2020-11-26 14:47:45 –
When Dalvin Cook was seven years old and starred Carol City Chiefs in the Miami area, he tried to stay focused during practice. But his brother didn’t make it easy for him.
When James Cook was three, he wanted to emulate Dalvin and his brother, De Andre Burnett, then eight, and become a footballer. As a result, James stole his helmet and pads while practicing and ran around Carol City Park.
“It used to be crazy,” said Viking Dalvin, who is in a hurry at 1,069 yards this season and is running second in the NFL. “He was running through our practice and wanted him to play very terrible football. He was doing all this when he was young and it was like he had to go out on the field. was.”
A few years later, James was finally old enough to play soccer and became a running back like his brother. He is currently a junior in Georgia.
Dalvin Cook is one of four viking players whose brother plays major college football this fall. Travis Die, the brother of rookie linebacker Troy Die, is a junior running back in Oregon, and the two were teammates last season. Dylan Wonnam, the brother of rookie defensive end DJ Wonnam, is a South Carolina junior tackle, and the two were teammates last year as well.
Oli Udoh, a second-year attack lineman at Eron (NC) University, has a brother, Ezemdi Udoh, in North Carolina. The tight end for freshmen is this season’s red shirt.
Dalvin, Troy, and DJ all regularly watch their brothers play on TV. And they give weekly advice on what it takes to make it in the NFL.
“Dalvin is the role model James needs,” said his mother, Barondoria Burnett. “He finds this is the route I need to go, because my brother is taking this route and he is doing what he should do, so their The relationship is great. ”
It’s always a strong relationship. Valondoria Burnett laughed, remembering that James wanted to play soccer when he was young.
“He stole their helmet, stole all of them (from his brother) and wore it,” she said. “He was wearing trousers and had a full football uniform. He wanted to be like Dalvin. He wanted to be like them.”
De Andre Burnett has been playing basketball at the University of Miami and the University of Mississippi and is currently playing professionally abroad. James played both basketball and football before choosing to play the latter in college.
A multi-purpose back, James rushed to 3rd place at 163 yards and 15 catches at 188 yards to finish 4th in 7 games with 10th place Bulldog. He held an 82-yard touchdown reception for Alabama earlier this season.
“It just feels good to have an older brother who is out there and doing well in the league. You can get some advice,” James said. “We play in the same position. It’s a great experience to train with him, drill and so on during the off-season. It’s great to have him as a brother.”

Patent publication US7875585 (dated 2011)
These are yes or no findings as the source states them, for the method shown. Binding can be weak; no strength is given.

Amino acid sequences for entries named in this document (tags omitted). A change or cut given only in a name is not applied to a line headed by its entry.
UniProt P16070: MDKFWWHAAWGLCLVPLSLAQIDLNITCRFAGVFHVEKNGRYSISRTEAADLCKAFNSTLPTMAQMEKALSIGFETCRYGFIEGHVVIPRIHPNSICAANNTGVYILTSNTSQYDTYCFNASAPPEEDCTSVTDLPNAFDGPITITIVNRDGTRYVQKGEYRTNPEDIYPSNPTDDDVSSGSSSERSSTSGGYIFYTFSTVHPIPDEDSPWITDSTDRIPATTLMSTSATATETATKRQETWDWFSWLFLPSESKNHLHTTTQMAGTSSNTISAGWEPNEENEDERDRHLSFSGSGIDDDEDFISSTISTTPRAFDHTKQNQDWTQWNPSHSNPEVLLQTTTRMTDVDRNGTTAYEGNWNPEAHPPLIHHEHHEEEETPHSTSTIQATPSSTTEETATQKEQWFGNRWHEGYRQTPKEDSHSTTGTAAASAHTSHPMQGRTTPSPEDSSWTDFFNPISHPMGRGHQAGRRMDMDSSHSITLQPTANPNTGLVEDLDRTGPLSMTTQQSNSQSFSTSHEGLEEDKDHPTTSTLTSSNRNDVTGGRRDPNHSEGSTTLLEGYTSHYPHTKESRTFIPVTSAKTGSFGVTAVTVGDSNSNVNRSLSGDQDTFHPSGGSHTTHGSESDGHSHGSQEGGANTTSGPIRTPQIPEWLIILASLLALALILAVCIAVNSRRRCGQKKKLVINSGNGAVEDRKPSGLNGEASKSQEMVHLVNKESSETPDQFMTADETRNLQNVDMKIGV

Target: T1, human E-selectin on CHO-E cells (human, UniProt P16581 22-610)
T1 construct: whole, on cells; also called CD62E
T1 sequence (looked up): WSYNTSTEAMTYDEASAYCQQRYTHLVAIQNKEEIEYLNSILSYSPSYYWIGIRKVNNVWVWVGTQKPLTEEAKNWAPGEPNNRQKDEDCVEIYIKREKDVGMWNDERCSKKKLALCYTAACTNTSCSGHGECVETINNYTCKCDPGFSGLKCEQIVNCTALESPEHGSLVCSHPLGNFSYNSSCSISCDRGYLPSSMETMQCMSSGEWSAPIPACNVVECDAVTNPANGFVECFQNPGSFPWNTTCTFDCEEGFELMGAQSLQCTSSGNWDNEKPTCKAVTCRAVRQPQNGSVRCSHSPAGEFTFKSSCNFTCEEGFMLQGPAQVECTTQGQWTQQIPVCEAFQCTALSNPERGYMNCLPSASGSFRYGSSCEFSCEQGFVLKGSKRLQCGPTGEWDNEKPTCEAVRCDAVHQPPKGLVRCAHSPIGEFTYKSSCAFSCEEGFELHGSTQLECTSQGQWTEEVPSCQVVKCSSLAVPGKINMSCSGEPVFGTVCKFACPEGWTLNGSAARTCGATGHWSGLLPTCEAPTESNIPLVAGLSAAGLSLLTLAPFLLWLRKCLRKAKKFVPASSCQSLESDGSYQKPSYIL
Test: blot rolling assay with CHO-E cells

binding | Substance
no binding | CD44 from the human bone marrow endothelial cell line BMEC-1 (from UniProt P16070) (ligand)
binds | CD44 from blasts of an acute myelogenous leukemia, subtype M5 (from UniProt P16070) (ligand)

Dalvin, 25, gives a pointer to James, 21, on a regular basis.
“I give him all of the toolbox, empty it to him, and give it to him,” he said. “No one pushes him hard enough to push him in. He’s a worker, so I expect him to be big … I love him to death, I’m trying to put him in top shape. ”
Dalvin always talks to his brother after the match. He comforts him when James doesn’t touch much. But he points out everything else that can be done to help the attack, such as blocking.
When they are in the Miami area, they regularly compete in athletic events. They fight each other on the basketball court and compete with each other in a momentary spur.
“The most competitive thing they’ve ever done is when it comes to running,” the mother said. “Who can beat who? Who is the fastest?”
So who is faster?
“I’m fast,” James said. “I think I can beat him.”
Dalvin, who starred in Florida before being taken to the Vikings in the second round of the 2017 draft, agreed that his brother would win more races. But he wasn’t trying to admit many others.
“To be honest, he’s probably faster than me,” Dalvin said. “He has a slightly different construction …. His legs are clearer … But you have to measure the heart. I think he has it, but mine Is a little big. I’m my brother, don’t forget it. ”
There is nothing like hanging out a little between brothers. Not only between Trojans and Travis, but also in dye homes so long.
The two from Corona and Calf have three older brothers who played soccer. Tony Die has been safe at UCLA and Cincinnati Bengals since 2012-13, when his defensive coordinator was Mike Zimmer, the current Viking coach. Theierry Nguema was a defensive back at Texas Tech. And Jordan Die was a wide receiver at Sterling (Kan) College.